Time and again European Union leaders have made overbearing political commitments to conduct an “open, transparent and merit-based process” to select the IMF Managing Director (MD). However, at the moment of truth now that former MD Dominique Strauss-Khan has resigned, they are taking back every word they said and holding on to their outdated privilege to head the institution that will – whether we like it or not – determine the fate of the world economies.
The selection process of the new IMF head has managed to achieve what three long years of deep financial and economic crisis in Europe never managed to do: to reach agreement among Member States of the European Union. This week “a European consensus is being elaborated. We must have a European [IMF managing director],” said French Minister Francois Baroin. Even “the Chinese are favorable to the appointment of Christine Lagarde [current French Finance Minister],” he added.
Both amnesia and backtracking are common features amongst European decision-makers regarding IMF governance. Let’s remind them what they promised to deliver:
In November 2008, ahead of the International Conference on Financing for Development in Doha, European leaders expressed their “support (for) an open and transparent selection process of the IMF Managing Director and the WB President and the simultaneous opening of these positions to candidates from all board members.”
In May 2009, in a speech on “European foreign economic policy”, the European Commissioner Joaquin Almunia said that the situation at the IMF was “becoming more and more untenable.” And he added: “It is now time to face up to the reality and to find a solution which would be acceptable to member states before a solution to the problem is forced upon us.”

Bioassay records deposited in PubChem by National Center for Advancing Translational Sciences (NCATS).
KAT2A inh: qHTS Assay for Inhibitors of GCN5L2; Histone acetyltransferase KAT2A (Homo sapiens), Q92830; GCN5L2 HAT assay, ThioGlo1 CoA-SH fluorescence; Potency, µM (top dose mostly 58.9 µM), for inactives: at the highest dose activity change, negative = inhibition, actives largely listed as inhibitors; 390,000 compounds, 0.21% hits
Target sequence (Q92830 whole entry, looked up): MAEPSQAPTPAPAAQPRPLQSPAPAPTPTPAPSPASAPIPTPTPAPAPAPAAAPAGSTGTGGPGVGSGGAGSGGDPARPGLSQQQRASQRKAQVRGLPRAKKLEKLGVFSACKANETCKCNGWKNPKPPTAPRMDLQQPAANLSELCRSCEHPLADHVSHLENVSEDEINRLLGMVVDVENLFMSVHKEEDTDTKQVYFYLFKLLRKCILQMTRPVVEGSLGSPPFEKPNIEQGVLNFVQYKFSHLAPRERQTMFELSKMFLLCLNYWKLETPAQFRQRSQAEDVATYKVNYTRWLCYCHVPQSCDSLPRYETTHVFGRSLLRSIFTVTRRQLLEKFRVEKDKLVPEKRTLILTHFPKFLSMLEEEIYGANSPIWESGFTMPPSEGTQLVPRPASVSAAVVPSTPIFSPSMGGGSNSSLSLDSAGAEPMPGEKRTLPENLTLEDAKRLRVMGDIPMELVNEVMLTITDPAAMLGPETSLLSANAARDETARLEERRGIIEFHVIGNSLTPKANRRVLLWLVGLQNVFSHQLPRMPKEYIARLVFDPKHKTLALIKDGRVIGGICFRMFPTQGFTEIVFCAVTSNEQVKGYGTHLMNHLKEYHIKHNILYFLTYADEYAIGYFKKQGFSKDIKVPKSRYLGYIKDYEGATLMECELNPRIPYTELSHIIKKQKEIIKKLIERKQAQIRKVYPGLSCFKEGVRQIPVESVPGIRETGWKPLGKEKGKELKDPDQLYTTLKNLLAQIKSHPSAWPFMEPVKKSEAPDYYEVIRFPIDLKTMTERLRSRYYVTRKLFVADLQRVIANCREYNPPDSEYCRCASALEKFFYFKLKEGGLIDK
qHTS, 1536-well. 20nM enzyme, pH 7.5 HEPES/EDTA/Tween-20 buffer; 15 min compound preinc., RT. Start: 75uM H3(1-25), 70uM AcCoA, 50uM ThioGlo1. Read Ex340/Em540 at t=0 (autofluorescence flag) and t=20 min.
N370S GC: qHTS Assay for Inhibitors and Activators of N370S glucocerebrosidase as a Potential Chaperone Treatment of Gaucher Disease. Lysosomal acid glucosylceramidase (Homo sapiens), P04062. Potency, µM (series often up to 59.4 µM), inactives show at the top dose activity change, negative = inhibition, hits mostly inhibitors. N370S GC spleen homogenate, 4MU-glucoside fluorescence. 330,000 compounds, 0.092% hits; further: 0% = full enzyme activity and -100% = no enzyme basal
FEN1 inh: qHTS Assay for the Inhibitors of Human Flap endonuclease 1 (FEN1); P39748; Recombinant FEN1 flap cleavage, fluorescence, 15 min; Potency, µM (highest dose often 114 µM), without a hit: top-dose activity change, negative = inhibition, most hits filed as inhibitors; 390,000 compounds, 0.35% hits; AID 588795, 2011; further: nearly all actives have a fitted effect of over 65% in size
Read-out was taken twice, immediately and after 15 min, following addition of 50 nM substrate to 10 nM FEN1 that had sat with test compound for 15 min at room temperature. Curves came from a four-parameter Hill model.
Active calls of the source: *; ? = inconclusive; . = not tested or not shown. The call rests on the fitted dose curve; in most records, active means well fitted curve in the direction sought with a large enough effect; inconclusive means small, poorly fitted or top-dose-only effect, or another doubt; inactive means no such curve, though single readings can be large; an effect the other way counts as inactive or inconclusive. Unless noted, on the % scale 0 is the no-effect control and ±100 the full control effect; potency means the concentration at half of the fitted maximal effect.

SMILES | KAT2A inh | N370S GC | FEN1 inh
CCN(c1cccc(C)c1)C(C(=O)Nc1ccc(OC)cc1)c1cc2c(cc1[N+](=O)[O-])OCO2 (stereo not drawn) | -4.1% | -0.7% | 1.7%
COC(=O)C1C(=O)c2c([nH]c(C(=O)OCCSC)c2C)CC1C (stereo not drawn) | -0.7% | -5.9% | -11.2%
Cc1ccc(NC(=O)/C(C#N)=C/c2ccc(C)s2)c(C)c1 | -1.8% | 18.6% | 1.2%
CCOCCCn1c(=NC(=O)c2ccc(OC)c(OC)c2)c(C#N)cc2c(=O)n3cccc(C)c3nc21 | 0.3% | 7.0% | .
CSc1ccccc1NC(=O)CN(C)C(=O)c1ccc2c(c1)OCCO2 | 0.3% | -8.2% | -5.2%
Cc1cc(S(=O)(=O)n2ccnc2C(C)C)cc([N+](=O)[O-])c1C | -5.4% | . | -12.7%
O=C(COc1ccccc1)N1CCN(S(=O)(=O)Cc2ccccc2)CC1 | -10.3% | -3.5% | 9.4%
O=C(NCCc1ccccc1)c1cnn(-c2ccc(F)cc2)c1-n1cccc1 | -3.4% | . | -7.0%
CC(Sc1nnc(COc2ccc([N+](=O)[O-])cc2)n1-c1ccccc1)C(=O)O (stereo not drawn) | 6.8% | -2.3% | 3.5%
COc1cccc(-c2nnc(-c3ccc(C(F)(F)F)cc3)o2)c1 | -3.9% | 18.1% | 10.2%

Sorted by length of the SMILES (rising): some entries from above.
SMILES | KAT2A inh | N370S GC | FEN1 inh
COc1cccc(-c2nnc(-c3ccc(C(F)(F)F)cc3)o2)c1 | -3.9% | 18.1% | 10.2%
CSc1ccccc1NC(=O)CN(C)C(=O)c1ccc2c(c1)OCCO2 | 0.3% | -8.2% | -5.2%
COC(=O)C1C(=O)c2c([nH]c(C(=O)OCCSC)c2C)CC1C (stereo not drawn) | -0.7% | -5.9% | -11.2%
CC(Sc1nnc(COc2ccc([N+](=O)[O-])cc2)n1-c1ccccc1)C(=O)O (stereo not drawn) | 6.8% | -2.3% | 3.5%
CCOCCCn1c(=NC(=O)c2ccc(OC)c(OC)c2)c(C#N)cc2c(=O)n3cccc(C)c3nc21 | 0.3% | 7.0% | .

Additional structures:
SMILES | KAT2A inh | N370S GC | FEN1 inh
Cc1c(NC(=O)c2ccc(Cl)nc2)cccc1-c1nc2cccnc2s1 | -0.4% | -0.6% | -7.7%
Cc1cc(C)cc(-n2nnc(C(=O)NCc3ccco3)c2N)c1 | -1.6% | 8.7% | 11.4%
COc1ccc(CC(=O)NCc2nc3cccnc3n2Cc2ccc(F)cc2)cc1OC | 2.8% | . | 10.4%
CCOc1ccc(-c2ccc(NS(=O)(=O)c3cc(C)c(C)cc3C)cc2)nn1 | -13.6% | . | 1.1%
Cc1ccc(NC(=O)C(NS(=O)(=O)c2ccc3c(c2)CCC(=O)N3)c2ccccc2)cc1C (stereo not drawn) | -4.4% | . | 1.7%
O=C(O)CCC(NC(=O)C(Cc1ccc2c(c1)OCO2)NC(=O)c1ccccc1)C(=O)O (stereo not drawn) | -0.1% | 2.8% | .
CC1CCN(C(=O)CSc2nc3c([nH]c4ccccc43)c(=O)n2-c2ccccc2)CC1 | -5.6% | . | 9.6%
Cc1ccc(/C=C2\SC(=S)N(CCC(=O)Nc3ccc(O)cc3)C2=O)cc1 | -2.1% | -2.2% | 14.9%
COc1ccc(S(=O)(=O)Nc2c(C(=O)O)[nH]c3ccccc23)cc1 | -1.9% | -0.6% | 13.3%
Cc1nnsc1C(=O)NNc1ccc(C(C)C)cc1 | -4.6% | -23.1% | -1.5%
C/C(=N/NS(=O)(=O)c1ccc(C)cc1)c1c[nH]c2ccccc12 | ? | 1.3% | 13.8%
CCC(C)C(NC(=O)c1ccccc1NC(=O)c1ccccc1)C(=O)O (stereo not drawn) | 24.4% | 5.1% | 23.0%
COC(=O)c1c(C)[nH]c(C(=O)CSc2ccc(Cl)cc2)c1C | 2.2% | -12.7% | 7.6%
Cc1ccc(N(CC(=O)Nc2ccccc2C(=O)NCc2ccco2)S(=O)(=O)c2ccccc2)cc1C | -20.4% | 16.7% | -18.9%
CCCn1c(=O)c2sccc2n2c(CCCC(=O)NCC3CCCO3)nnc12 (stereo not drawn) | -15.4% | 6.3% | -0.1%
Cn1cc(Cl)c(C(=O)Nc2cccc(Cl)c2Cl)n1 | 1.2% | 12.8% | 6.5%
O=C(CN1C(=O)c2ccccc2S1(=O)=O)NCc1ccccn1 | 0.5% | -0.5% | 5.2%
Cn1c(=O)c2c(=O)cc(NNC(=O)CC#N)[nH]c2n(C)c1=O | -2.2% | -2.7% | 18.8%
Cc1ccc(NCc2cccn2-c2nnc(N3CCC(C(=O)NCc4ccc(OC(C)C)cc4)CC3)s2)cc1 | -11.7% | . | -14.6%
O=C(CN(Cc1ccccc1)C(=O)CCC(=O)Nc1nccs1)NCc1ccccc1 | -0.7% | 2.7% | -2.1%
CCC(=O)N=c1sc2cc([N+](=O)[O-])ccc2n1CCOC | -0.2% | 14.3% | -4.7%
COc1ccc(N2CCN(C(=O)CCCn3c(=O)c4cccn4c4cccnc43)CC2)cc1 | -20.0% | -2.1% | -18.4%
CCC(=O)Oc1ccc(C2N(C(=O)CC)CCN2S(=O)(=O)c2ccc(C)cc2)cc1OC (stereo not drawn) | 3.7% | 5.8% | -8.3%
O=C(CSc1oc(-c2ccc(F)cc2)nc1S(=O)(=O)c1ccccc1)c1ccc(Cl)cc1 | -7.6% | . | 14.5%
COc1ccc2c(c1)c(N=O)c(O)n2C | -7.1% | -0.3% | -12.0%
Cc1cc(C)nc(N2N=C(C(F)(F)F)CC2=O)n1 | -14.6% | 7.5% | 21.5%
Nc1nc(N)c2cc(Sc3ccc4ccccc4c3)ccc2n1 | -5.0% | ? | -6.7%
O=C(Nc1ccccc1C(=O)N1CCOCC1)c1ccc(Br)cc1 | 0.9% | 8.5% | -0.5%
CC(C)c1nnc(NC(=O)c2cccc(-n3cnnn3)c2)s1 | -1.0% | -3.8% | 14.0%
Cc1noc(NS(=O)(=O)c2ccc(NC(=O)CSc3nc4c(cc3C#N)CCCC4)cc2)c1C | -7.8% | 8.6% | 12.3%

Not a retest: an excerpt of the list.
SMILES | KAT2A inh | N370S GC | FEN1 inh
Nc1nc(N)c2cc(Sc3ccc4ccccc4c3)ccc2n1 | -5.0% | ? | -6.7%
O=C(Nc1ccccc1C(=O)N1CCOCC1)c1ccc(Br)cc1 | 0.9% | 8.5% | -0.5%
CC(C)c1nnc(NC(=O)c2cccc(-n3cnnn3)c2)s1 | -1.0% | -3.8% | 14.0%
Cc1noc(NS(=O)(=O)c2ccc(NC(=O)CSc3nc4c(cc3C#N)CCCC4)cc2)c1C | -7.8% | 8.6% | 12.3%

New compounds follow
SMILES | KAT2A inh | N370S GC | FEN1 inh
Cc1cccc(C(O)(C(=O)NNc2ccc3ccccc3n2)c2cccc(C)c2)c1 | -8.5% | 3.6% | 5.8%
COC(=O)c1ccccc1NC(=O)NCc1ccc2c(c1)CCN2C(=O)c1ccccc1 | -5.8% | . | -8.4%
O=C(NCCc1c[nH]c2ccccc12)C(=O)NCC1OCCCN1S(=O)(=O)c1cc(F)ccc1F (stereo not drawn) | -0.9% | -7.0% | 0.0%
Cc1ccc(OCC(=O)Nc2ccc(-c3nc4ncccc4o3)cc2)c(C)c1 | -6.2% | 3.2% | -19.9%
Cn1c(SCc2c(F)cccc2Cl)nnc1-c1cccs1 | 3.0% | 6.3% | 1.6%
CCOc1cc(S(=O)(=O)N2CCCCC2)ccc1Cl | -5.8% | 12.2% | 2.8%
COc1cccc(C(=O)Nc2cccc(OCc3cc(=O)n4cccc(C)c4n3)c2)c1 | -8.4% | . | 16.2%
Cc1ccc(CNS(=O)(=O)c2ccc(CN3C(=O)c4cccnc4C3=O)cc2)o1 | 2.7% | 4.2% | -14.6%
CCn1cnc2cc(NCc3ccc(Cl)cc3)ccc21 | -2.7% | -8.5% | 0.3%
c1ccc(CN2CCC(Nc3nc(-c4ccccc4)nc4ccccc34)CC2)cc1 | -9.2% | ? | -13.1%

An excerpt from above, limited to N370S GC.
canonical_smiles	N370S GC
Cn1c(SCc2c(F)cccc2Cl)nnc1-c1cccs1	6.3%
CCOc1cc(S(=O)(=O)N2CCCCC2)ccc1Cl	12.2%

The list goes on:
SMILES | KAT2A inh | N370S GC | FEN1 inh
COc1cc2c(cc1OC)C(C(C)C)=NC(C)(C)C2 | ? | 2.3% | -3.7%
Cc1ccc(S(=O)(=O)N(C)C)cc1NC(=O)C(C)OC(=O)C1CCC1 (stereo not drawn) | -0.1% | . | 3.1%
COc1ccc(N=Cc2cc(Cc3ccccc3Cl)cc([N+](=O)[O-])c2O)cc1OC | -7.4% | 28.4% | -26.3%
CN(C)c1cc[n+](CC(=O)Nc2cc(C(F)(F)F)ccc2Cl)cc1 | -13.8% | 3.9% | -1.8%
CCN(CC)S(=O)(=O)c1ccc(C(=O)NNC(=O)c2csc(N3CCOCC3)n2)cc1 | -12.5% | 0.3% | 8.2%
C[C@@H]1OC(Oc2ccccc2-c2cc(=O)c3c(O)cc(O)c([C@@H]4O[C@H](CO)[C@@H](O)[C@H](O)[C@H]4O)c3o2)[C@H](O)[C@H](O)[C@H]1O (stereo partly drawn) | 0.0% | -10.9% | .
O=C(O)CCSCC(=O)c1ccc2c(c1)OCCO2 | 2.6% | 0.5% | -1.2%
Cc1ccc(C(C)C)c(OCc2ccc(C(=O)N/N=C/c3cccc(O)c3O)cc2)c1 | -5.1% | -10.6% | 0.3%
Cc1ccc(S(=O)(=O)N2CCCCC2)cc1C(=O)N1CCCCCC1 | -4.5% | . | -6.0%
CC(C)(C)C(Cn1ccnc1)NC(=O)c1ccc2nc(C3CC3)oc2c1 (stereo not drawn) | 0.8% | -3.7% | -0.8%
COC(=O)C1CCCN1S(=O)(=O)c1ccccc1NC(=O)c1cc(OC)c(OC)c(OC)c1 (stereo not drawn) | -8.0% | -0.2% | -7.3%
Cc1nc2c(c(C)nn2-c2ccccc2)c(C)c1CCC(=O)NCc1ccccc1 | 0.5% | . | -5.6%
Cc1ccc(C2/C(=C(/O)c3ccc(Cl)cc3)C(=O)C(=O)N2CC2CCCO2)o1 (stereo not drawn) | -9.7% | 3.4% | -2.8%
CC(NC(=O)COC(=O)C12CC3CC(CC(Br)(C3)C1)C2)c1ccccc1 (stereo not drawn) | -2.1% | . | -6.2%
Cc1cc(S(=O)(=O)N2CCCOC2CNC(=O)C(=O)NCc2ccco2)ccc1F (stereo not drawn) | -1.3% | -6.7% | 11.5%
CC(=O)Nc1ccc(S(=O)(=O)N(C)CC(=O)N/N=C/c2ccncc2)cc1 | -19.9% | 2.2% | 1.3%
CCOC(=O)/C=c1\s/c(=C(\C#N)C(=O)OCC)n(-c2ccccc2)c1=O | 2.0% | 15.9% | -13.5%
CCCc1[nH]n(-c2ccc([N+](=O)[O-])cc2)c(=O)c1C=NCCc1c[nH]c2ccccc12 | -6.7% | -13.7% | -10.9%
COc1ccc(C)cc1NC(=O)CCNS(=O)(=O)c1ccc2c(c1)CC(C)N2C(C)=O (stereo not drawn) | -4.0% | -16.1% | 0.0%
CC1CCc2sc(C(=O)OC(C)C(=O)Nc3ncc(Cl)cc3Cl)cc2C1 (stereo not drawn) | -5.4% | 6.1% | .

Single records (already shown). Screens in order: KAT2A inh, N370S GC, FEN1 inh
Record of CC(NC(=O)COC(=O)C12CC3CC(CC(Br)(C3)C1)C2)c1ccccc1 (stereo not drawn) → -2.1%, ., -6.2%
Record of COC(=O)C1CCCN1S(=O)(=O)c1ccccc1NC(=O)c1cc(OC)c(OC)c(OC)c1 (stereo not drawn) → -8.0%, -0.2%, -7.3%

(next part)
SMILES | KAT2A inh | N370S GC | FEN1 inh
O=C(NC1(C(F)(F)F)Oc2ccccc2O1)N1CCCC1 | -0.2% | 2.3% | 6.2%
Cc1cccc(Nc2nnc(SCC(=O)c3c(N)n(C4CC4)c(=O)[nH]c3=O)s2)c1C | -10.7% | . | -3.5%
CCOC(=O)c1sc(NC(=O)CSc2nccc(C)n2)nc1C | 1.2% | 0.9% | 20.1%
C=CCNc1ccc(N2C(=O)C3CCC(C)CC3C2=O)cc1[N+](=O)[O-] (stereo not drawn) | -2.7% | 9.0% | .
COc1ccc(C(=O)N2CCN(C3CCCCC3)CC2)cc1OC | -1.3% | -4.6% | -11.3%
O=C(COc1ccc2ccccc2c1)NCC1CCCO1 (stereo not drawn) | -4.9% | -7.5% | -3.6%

In June 2010, European leaders agreed in the Council Conclusions that IMF “quotas should be reviewed as part of a wider package of IMF governance issues, covering all elements agreed in Pittsburgh,” including the selection of leaders of all international institutions through an open, transparent and merit-based process.
In April 2011, on the occasion of the Spring meetings of the IMF, György Matolcsy – Chairman of the EU Council of Economic and Finance Ministers – reiterated that “the criteria and the procedure for the selection process of the IMF Managing Director should be part of a broader (…), and that the election should follow an open, transparent and merit-based process, irrespective of nationality and gender.”
Faced with the moment of truth, European leaders are – once again – desperately clinging to the top position at the IMF.
In Europe we must ask ourselves how our leaders, who have failed to put their own house in order, will manage to provide leadership at the institution which is ever more shaping the future of global economic and financial governance.